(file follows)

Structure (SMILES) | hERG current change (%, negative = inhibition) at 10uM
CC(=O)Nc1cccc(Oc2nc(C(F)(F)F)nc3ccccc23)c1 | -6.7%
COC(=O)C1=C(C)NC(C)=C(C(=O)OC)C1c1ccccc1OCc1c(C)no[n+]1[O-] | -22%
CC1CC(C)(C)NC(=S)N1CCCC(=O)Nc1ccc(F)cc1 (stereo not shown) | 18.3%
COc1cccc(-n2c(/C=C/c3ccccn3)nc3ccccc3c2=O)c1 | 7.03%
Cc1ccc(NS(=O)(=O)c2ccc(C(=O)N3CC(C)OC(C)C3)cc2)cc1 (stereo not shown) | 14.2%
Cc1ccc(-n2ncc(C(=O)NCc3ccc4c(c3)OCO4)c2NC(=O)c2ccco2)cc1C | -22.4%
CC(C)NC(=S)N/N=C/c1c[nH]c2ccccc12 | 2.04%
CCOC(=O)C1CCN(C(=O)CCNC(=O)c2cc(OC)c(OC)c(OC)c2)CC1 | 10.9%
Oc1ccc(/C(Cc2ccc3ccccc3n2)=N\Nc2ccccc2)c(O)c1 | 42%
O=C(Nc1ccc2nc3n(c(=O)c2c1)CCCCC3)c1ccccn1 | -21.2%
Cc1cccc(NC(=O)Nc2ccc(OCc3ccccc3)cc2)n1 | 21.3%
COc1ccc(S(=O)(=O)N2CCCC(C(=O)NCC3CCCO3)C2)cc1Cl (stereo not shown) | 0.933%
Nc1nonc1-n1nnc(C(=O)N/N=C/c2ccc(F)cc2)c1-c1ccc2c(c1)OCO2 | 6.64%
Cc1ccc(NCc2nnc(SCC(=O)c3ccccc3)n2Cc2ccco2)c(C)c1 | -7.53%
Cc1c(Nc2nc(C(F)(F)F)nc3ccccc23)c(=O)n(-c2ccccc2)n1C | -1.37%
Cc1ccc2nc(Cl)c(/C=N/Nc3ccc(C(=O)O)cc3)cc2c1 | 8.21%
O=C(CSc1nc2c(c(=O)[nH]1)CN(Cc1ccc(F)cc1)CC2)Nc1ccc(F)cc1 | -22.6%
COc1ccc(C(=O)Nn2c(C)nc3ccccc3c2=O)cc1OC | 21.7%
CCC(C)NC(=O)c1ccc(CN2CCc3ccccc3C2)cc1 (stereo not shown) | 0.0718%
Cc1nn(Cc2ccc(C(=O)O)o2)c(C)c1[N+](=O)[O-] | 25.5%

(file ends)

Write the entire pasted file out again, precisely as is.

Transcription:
Structure (SMILES) | hERG current change (%, negative = inhibition) at 10uM
CC(=O)Nc1cccc(Oc2nc(C(F)(F)F)nc3ccccc23)c1 | -6.7%
COC(=O)C1=C(C)NC(C)=C(C(=O)OC)C1c1ccccc1OCc1c(C)no[n+]1[O-] | -22%
CC1CC(C)(C)NC(=S)N1CCCC(=O)Nc1ccc(F)cc1 (stereo not shown) | 18.3%
COc1cccc(-n2c(/C=C/c3ccccn3)nc3ccccc3c2=O)c1 | 7.03%
Cc1ccc(NS(=O)(=O)c2ccc(C(=O)N3CC(C)OC(C)C3)cc2)cc1 (stereo not shown) | 14.2%
Cc1ccc(-n2ncc(C(=O)NCc3ccc4c(c3)OCO4)c2NC(=O)c2ccco2)cc1C | -22.4%
CC(C)NC(=S)N/N=C/c1c[nH]c2ccccc12 | 2.04%
CCOC(=O)C1CCN(C(=O)CCNC(=O)c2cc(OC)c(OC)c(OC)c2)CC1 | 10.9%
Oc1ccc(/C(Cc2ccc3ccccc3n2)=N\Nc2ccccc2)c(O)c1 | 42%
O=C(Nc1ccc2nc3n(c(=O)c2c1)CCCCC3)c1ccccn1 | -21.2%
Cc1cccc(NC(=O)Nc2ccc(OCc3ccccc3)cc2)n1 | 21.3%
COc1ccc(S(=O)(=O)N2CCCC(C(=O)NCC3CCCO3)C2)cc1Cl (stereo not shown) | 0.933%
Nc1nonc1-n1nnc(C(=O)N/N=C/c2ccc(F)cc2)c1-c1ccc2c(c1)OCO2 | 6.64%
Cc1ccc(NCc2nnc(SCC(=O)c3ccccc3)n2Cc2ccco2)c(C)c1 | -7.53%
Cc1c(Nc2nc(C(F)(F)F)nc3ccccc23)c(=O)n(-c2ccccc2)n1C | -1.37%
Cc1ccc2nc(Cl)c(/C=N/Nc3ccc(C(=O)O)cc3)cc2c1 | 8.21%
O=C(CSc1nc2c(c(=O)[nH]1)CN(Cc1ccc(F)cc1)CC2)Nc1ccc(F)cc1 | -22.6%
COc1ccc(C(=O)Nn2c(C)nc3ccccc3c2=O)cc1OC | 21.7%
CCC(C)NC(=O)c1ccc(CN2CCc3ccccc3C2)cc1 (stereo not shown) | 0.0718%
Cc1nn(Cc2ccc(C(=O)O)o2)c(C)c1[N+](=O)[O-] | 25.5%